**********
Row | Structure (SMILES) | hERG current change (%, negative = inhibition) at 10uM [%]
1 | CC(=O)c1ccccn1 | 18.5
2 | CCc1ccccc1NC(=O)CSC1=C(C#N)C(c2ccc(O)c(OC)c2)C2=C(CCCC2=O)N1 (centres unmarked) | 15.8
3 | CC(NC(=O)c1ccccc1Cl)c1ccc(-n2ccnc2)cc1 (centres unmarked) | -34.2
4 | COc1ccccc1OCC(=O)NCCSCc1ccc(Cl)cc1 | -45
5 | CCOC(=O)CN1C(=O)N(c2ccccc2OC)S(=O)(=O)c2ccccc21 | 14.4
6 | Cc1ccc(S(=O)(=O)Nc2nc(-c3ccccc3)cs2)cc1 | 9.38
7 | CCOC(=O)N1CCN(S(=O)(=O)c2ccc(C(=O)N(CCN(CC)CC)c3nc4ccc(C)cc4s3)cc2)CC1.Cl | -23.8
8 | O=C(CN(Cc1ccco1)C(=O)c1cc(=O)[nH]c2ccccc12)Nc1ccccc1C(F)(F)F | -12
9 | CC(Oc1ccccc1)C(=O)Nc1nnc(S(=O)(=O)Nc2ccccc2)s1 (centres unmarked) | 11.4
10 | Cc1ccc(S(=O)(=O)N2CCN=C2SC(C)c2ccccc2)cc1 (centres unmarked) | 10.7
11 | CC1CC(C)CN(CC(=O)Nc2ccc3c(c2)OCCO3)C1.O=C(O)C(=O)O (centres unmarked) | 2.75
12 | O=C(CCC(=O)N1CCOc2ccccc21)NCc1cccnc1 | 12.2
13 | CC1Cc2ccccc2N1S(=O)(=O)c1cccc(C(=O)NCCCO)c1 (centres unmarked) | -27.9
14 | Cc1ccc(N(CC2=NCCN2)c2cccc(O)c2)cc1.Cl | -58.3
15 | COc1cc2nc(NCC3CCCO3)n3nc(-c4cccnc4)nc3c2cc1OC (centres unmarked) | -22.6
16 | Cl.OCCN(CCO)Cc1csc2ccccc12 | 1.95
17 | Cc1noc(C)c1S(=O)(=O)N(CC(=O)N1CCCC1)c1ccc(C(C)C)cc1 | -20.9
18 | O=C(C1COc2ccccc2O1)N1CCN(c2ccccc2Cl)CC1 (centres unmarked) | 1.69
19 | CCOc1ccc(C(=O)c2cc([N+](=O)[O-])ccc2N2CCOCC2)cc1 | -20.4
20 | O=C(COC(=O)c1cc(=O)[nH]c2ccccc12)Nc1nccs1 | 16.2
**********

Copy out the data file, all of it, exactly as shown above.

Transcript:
Row | Structure (SMILES) | hERG current change (%, negative = inhibition) at 10uM [%]
1 | CC(=O)c1ccccn1 | 18.5
2 | CCc1ccccc1NC(=O)CSC1=C(C#N)C(c2ccc(O)c(OC)c2)C2=C(CCCC2=O)N1 (centres unmarked) | 15.8
3 | CC(NC(=O)c1ccccc1Cl)c1ccc(-n2ccnc2)cc1 (centres unmarked) | -34.2
4 | COc1ccccc1OCC(=O)NCCSCc1ccc(Cl)cc1 | -45
5 | CCOC(=O)CN1C(=O)N(c2ccccc2OC)S(=O)(=O)c2ccccc21 | 14.4
6 | Cc1ccc(S(=O)(=O)Nc2nc(-c3ccccc3)cs2)cc1 | 9.38
7 | CCOC(=O)N1CCN(S(=O)(=O)c2ccc(C(=O)N(CCN(CC)CC)c3nc4ccc(C)cc4s3)cc2)CC1.Cl | -23.8
8 | O=C(CN(Cc1ccco1)C(=O)c1cc(=O)[nH]c2ccccc12)Nc1ccccc1C(F)(F)F | -12
9 | CC(Oc1ccccc1)C(=O)Nc1nnc(S(=O)(=O)Nc2ccccc2)s1 (centres unmarked) | 11.4
10 | Cc1ccc(S(=O)(=O)N2CCN=C2SC(C)c2ccccc2)cc1 (centres unmarked) | 10.7
11 | CC1CC(C)CN(CC(=O)Nc2ccc3c(c2)OCCO3)C1.O=C(O)C(=O)O (centres unmarked) | 2.75
12 | O=C(CCC(=O)N1CCOc2ccccc21)NCc1cccnc1 | 12.2
13 | CC1Cc2ccccc2N1S(=O)(=O)c1cccc(C(=O)NCCCO)c1 (centres unmarked) | -27.9
14 | Cc1ccc(N(CC2=NCCN2)c2cccc(O)c2)cc1.Cl | -58.3
15 | COc1cc2nc(NCC3CCCO3)n3nc(-c4cccnc4)nc3c2cc1OC (centres unmarked) | -22.6
16 | Cl.OCCN(CCO)Cc1csc2ccccc12 | 1.95
17 | Cc1noc(C)c1S(=O)(=O)N(CC(=O)N1CCCC1)c1ccc(C(C)C)cc1 | -20.9
18 | O=C(C1COc2ccccc2O1)N1CCN(c2ccccc2Cl)CC1 (centres unmarked) | 1.69
19 | CCOc1ccc(C(=O)c2cc([N+](=O)[O-])ccc2N2CCOCC2)cc1 | -20.4
20 | O=C(COC(=O)c1cc(=O)[nH]c2ccccc12)Nc1nccs1 | 16.2